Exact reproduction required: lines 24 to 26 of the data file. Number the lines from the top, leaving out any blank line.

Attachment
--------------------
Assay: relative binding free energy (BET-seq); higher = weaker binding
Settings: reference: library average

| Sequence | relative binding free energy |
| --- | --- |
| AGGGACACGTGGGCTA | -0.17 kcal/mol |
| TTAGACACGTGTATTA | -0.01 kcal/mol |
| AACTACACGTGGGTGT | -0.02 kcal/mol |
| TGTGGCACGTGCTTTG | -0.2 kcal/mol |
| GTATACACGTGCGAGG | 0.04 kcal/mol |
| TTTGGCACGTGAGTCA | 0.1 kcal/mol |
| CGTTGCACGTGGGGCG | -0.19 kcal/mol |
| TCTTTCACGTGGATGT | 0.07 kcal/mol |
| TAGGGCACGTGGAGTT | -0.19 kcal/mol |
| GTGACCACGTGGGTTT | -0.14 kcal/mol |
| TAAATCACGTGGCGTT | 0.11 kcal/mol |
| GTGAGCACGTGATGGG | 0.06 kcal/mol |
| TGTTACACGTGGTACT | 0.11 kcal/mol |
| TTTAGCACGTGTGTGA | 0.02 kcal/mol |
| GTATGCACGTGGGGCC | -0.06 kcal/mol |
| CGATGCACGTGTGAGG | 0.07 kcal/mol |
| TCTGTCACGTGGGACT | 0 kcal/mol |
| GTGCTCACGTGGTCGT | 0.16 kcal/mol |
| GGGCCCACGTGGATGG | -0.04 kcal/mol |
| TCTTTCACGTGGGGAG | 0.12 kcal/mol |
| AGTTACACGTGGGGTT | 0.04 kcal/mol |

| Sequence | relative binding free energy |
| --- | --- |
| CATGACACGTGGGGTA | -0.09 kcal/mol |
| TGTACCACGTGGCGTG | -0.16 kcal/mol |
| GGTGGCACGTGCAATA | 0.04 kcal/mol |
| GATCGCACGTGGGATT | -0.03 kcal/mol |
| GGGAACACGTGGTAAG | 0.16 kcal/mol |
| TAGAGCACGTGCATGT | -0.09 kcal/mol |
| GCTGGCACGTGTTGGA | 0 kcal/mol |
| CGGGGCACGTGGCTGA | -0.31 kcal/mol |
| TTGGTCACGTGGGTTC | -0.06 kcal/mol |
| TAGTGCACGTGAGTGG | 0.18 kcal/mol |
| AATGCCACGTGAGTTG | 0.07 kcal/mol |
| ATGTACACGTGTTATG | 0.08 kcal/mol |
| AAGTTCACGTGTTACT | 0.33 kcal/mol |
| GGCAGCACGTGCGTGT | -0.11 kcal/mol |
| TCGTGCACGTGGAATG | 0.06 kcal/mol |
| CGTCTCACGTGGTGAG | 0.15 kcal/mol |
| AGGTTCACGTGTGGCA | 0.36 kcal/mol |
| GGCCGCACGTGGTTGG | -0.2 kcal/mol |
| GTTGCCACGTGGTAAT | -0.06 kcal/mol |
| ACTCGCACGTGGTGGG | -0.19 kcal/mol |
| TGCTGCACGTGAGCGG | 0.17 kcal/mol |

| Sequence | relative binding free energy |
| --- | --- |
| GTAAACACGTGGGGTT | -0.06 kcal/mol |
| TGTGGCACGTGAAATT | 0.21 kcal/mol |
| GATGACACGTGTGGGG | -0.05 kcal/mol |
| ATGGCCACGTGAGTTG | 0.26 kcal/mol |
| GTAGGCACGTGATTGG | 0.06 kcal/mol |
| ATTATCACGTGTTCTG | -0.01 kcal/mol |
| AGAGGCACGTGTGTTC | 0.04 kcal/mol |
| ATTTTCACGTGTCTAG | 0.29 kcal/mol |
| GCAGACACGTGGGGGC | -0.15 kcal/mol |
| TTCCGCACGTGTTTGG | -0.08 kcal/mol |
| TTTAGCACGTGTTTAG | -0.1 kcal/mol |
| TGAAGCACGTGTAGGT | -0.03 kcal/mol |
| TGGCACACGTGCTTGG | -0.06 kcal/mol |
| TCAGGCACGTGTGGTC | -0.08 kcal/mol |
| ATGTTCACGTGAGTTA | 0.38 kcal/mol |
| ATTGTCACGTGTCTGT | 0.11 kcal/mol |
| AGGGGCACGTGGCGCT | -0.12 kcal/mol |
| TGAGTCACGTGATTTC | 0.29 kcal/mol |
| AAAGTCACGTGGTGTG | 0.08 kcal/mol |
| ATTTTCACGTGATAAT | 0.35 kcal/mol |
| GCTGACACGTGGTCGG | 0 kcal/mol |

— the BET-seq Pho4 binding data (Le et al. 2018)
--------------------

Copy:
| TCTTTCACGTGGGGAG | 0.12 kcal/mol |
| AGTTACACGTGGGGTT | 0.04 kcal/mol |

| Sequence | relative binding free energy |